Tuesday, February 07, 2012
Tzevetan Todorov: The Fear of Barbarians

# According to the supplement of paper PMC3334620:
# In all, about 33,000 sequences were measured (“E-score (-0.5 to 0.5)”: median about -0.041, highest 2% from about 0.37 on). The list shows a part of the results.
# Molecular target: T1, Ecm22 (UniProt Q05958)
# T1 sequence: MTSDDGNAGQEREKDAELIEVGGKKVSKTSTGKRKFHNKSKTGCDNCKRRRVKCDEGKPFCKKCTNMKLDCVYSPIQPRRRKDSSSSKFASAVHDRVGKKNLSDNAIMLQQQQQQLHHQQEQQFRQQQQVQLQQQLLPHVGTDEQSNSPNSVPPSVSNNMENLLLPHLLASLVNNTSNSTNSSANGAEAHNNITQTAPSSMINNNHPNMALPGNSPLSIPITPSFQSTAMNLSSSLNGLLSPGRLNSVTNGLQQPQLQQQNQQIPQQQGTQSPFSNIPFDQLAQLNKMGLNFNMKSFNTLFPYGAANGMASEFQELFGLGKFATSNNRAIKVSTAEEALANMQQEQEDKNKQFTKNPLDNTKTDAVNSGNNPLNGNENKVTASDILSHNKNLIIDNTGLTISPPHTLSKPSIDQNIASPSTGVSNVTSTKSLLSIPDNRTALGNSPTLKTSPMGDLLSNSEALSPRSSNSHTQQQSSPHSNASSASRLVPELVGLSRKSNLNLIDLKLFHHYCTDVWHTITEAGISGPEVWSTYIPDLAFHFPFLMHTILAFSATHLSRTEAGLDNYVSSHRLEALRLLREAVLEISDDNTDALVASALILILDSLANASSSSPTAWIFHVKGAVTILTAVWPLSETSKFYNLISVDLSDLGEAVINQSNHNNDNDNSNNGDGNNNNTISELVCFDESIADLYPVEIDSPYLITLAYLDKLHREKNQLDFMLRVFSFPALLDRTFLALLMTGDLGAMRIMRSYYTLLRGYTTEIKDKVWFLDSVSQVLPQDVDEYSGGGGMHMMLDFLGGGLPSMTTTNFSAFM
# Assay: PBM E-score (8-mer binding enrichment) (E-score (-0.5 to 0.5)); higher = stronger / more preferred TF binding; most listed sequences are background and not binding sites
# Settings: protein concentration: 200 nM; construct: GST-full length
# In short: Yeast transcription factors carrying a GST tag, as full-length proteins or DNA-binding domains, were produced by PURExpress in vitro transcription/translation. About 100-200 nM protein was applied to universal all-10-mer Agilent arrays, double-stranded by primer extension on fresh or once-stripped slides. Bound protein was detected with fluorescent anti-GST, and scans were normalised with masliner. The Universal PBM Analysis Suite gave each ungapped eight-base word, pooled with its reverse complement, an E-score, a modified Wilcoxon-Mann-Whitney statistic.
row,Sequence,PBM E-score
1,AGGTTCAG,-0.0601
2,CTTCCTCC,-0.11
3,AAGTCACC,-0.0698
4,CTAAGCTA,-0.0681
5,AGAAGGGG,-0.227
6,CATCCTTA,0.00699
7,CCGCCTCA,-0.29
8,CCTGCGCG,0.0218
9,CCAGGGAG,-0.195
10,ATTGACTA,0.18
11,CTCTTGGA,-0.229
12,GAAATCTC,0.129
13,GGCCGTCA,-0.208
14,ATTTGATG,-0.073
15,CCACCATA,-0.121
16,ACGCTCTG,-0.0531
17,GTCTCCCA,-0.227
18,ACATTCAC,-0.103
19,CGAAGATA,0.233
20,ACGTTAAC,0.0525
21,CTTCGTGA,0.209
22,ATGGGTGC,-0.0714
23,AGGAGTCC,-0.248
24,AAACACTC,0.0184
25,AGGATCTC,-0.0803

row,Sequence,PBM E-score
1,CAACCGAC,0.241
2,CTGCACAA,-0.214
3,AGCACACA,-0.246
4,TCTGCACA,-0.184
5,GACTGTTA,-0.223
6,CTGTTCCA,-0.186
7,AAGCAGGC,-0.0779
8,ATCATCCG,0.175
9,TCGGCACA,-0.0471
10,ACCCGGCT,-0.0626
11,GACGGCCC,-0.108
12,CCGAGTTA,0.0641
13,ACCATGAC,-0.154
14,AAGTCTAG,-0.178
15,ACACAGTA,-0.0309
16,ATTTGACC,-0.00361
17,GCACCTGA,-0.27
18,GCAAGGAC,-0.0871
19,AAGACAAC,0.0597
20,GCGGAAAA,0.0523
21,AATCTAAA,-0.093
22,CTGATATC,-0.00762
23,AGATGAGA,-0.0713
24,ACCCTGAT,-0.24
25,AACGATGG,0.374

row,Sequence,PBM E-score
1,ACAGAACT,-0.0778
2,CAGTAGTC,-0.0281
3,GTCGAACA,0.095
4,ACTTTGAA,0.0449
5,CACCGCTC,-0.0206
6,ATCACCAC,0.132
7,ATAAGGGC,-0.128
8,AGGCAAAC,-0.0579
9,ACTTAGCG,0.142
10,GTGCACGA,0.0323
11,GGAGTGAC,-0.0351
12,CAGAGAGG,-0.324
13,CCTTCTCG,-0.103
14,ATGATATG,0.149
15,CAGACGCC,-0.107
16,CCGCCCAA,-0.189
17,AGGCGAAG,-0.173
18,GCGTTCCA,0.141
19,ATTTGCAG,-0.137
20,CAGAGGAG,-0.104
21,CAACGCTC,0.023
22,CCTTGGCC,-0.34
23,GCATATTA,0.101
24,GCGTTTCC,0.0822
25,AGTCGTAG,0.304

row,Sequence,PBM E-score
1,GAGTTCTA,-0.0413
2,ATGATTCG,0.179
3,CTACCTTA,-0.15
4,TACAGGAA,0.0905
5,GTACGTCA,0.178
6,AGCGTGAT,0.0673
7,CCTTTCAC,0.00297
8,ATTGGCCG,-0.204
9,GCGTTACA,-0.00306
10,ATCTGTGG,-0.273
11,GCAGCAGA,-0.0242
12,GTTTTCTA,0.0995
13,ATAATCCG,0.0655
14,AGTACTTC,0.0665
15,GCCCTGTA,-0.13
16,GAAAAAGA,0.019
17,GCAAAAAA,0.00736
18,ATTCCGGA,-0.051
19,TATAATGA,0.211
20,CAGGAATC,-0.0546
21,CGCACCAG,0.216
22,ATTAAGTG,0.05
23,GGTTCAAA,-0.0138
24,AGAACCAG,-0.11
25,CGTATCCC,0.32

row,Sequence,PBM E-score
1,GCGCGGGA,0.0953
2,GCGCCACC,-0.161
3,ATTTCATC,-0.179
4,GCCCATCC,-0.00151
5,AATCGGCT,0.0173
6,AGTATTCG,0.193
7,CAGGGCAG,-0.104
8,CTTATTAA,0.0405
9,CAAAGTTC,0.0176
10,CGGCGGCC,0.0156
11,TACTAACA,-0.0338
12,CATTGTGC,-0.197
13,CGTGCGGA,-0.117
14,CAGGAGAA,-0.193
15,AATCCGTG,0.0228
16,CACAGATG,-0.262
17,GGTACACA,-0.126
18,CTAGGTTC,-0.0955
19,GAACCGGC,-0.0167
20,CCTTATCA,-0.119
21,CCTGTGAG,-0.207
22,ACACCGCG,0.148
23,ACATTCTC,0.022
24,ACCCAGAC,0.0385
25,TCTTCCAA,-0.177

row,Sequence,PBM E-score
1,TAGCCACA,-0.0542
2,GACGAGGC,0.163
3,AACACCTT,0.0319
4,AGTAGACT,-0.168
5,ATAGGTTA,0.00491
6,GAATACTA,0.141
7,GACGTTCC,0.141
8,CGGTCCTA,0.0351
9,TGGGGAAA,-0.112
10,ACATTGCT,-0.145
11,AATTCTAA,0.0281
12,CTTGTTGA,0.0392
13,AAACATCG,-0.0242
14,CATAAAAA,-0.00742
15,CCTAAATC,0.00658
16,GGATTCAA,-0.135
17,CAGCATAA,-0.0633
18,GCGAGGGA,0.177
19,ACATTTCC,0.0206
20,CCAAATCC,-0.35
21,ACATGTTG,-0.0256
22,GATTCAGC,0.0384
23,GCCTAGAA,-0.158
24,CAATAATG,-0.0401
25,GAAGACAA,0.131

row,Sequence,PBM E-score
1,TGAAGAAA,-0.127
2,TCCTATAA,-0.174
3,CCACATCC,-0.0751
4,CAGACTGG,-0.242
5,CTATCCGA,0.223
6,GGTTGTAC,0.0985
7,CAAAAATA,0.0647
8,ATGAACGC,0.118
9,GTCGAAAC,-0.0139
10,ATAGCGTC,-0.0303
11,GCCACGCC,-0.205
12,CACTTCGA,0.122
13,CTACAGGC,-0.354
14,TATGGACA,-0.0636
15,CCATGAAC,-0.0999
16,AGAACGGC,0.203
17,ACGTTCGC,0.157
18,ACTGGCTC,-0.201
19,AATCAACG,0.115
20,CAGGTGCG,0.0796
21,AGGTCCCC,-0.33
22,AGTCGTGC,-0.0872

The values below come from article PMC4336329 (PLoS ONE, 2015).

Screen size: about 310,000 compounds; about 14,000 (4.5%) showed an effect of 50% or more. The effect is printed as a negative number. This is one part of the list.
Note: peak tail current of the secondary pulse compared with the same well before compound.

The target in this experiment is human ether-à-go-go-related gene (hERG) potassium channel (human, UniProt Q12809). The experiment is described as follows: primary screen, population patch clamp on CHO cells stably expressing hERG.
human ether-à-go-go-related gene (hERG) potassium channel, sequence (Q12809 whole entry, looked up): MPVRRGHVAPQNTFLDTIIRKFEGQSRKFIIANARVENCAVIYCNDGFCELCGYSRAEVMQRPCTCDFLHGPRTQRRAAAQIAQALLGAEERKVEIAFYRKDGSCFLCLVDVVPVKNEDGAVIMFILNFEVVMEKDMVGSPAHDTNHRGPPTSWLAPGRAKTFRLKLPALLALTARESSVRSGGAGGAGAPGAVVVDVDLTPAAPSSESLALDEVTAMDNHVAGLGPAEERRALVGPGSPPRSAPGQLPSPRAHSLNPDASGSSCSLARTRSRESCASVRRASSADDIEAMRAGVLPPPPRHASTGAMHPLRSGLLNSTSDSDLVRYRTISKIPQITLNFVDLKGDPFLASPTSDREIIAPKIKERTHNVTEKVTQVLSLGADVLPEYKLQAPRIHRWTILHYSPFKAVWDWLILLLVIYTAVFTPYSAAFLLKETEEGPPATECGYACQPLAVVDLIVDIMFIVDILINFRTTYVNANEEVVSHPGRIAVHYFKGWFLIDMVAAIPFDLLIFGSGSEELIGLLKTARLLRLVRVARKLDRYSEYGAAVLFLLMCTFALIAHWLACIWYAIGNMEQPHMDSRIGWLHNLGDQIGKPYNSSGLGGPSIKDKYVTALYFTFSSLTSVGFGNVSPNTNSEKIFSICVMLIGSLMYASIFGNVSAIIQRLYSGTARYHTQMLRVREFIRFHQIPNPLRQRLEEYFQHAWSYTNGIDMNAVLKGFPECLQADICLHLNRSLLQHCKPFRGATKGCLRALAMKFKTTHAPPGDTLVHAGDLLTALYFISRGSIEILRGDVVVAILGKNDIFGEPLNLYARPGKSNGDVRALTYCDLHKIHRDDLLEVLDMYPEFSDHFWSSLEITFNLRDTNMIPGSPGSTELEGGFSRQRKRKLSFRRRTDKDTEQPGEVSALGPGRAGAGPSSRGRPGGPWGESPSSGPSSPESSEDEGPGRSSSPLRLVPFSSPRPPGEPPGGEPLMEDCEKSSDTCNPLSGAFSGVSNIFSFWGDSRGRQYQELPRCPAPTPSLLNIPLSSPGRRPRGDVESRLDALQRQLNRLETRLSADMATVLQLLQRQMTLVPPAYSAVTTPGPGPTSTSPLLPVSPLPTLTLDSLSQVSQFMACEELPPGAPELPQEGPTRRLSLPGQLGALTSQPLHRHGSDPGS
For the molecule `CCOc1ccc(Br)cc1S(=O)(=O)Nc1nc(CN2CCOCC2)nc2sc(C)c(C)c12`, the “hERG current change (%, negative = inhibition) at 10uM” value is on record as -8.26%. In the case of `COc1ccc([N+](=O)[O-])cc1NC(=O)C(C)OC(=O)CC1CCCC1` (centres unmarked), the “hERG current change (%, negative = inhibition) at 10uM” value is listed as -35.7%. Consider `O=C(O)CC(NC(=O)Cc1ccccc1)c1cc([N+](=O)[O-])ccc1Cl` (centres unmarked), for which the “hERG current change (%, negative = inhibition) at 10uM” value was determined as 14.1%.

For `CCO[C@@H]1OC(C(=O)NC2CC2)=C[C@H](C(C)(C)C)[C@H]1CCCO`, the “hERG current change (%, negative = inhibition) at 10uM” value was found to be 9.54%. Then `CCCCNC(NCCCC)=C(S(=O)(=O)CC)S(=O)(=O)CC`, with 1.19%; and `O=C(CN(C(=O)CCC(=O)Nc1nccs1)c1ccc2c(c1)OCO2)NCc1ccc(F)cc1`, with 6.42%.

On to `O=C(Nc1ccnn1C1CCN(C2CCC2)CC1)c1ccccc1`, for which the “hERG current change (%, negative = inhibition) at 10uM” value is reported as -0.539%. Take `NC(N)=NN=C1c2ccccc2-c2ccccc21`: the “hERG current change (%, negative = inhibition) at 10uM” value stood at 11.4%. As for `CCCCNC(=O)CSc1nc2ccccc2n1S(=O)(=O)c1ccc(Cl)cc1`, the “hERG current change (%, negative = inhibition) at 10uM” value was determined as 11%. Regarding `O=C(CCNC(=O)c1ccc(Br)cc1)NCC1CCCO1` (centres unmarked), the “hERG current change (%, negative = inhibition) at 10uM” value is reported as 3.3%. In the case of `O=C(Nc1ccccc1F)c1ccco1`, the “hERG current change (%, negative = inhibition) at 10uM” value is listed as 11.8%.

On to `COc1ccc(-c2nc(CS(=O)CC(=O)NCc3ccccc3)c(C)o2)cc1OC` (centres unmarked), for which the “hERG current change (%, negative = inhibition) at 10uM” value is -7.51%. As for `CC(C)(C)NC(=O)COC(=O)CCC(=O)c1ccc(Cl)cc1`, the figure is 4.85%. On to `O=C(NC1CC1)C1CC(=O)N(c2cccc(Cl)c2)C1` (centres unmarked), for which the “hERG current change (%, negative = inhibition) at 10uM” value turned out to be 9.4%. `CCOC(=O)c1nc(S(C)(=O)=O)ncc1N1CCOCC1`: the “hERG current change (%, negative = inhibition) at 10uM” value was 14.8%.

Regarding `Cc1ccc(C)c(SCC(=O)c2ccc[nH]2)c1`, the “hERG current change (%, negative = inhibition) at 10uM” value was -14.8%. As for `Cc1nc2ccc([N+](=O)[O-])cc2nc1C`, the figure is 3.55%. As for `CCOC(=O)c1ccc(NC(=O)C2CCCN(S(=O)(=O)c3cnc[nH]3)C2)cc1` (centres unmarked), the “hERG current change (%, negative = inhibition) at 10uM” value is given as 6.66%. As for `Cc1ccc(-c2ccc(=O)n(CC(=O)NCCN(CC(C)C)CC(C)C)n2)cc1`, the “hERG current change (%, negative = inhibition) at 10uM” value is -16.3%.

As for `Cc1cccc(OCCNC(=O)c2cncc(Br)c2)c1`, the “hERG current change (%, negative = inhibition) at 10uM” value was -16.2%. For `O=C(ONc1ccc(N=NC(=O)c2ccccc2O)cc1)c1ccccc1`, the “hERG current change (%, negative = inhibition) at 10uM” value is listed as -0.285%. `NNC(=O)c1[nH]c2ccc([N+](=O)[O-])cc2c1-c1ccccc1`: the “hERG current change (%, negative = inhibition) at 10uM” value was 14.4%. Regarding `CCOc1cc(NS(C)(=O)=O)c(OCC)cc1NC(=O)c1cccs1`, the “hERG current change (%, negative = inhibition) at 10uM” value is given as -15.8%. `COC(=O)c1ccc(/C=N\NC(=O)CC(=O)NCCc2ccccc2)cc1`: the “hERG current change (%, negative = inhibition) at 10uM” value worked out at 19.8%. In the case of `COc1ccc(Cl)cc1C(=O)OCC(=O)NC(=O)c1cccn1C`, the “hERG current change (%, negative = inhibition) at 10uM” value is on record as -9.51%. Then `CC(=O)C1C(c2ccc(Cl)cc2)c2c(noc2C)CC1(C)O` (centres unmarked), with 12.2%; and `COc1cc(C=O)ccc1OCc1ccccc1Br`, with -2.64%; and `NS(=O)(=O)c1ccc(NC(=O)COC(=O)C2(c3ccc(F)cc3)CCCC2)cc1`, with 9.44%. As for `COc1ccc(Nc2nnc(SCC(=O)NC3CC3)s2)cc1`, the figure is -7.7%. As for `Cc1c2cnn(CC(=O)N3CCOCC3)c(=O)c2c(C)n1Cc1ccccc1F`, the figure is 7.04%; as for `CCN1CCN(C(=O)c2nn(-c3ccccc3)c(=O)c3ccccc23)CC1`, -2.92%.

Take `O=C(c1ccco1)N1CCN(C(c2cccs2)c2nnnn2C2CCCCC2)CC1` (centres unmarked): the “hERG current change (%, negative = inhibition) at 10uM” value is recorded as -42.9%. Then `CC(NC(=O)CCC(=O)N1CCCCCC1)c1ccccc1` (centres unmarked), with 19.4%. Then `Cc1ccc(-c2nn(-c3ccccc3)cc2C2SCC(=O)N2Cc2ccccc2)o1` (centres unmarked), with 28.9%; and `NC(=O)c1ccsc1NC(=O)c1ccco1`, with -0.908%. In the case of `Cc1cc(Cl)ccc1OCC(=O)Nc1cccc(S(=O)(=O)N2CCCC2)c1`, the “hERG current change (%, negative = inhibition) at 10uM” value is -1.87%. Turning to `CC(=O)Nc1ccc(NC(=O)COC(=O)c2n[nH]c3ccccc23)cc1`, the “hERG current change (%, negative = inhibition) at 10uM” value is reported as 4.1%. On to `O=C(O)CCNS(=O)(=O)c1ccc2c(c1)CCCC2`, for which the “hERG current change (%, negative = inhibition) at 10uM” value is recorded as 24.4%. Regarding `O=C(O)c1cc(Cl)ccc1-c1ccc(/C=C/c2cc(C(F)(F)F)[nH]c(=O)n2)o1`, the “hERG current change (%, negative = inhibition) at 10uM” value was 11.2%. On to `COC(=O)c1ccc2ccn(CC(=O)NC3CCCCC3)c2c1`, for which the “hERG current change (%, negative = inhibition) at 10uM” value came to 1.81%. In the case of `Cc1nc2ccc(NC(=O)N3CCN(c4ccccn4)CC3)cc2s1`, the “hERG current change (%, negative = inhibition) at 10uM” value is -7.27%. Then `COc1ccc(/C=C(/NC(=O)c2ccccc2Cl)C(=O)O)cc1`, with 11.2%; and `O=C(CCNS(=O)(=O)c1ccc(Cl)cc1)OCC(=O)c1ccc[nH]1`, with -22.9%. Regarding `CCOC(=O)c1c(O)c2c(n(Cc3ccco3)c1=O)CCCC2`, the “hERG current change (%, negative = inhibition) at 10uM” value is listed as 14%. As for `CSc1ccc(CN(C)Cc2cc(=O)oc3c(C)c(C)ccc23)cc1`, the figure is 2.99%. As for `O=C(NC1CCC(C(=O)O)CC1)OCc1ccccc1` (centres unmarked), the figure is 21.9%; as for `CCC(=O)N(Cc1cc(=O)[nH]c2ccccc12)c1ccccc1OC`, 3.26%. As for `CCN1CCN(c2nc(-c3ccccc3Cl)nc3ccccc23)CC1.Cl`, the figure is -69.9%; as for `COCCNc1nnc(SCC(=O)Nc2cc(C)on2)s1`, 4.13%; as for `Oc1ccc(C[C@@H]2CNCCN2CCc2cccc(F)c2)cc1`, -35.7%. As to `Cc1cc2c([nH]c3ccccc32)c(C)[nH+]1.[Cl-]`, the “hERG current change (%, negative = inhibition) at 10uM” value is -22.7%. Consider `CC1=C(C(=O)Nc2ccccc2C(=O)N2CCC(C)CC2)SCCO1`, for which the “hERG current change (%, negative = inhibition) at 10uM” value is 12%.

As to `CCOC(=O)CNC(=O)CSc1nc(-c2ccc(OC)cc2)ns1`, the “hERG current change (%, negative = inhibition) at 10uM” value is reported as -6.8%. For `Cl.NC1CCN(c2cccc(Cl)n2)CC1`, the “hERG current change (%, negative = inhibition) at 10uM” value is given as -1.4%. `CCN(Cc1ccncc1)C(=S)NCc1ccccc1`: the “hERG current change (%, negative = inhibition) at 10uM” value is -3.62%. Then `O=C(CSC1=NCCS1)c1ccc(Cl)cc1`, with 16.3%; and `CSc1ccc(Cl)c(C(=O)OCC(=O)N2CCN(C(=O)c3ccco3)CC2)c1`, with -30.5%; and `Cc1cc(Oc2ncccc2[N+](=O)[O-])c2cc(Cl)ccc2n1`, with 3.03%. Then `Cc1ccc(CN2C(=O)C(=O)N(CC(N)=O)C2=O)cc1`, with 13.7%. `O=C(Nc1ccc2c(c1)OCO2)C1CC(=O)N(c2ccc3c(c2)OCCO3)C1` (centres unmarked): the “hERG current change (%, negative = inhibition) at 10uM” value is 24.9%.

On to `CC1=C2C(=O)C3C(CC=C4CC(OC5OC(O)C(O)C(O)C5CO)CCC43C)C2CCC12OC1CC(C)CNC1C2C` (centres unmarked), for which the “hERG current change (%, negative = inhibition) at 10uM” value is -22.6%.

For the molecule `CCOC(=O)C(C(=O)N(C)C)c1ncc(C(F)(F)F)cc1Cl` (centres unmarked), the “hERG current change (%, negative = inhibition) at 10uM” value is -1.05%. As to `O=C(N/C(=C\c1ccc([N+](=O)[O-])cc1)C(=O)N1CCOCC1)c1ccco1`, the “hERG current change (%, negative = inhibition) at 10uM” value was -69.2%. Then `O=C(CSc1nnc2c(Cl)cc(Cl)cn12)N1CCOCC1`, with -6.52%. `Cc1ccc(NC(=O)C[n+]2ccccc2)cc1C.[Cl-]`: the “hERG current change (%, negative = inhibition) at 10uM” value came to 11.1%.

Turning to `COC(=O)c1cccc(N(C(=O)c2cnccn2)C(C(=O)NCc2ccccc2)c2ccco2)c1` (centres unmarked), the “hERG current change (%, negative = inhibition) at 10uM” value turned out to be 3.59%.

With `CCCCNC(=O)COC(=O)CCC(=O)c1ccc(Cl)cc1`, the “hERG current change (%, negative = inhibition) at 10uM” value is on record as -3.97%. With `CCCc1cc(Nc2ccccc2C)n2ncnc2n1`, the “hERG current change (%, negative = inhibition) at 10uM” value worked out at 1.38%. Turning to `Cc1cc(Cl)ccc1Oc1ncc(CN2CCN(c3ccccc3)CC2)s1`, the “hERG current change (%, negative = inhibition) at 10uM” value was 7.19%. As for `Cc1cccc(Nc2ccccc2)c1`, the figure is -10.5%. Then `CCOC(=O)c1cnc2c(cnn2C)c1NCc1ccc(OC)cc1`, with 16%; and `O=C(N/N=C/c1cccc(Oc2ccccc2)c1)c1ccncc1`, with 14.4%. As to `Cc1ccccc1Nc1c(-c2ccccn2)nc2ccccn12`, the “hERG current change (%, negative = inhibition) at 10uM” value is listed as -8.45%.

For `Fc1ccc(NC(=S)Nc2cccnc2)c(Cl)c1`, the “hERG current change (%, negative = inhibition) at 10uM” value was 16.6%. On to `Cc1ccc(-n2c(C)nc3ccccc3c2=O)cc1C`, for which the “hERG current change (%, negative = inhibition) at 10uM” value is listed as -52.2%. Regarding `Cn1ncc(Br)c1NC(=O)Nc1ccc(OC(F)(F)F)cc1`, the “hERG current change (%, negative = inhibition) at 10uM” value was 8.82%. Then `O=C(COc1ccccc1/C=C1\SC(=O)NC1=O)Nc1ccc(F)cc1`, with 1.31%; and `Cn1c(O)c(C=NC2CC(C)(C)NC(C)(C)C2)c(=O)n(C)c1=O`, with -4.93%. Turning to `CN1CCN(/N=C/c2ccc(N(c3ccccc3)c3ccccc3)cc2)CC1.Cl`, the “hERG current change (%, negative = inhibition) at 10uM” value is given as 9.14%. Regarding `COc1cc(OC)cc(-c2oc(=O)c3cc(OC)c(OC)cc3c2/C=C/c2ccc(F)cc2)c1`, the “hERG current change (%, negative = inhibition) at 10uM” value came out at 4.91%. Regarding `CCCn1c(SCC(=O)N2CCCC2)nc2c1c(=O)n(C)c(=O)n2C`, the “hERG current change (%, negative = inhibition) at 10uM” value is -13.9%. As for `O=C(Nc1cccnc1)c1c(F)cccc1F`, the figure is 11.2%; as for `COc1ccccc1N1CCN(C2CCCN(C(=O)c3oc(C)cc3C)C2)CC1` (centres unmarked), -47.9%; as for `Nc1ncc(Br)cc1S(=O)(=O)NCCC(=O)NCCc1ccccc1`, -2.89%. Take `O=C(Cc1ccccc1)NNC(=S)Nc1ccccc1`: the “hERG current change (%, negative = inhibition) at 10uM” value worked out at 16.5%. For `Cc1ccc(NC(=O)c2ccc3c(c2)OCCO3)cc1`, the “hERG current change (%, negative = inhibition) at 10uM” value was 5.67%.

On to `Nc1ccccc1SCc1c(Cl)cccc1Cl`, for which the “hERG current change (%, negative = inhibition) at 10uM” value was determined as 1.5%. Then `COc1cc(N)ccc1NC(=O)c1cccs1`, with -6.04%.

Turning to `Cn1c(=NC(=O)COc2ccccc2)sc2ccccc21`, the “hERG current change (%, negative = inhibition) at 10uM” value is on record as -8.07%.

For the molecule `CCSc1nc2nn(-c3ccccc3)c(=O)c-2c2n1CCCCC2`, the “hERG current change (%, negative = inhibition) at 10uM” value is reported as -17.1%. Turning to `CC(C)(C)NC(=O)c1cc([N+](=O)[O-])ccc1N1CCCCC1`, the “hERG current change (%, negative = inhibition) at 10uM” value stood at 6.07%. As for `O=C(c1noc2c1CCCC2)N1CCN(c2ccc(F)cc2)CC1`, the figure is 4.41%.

In American prisons scattered across the various countries of the world, but outside the United States, prisoners are regularly raped, hung from hooks, subjected to waterboarding, burned, attached to electrodes, deprived of food, water or medicine, attacked by dogs, or beaten until their bones are broken. When on American military bases or on American territory, they are subjected to sensory deprivation or other systematic mistreatment of the senses. A hat is put on them to stop them from hearing anything, a hood to stop them seeing anything, surgical masks to prevent them being able to smell, thick gloves to neutralize their sense of touch. Or they have “white noise” inflicted on them, or else violent noise and total silence alternate at irregular intervals. They are prevented from sleeping, either by having a strong electric light kept on day and night, or by subjecting them to interrogation that can last for up to 24 hours at a time, for 48 days in succession. Or they are forced to pass from extreme cold to extreme heat, and vice versa. None of these techniques, it is alleged, cause the “deterioration of bodily functions” that would constitute torture.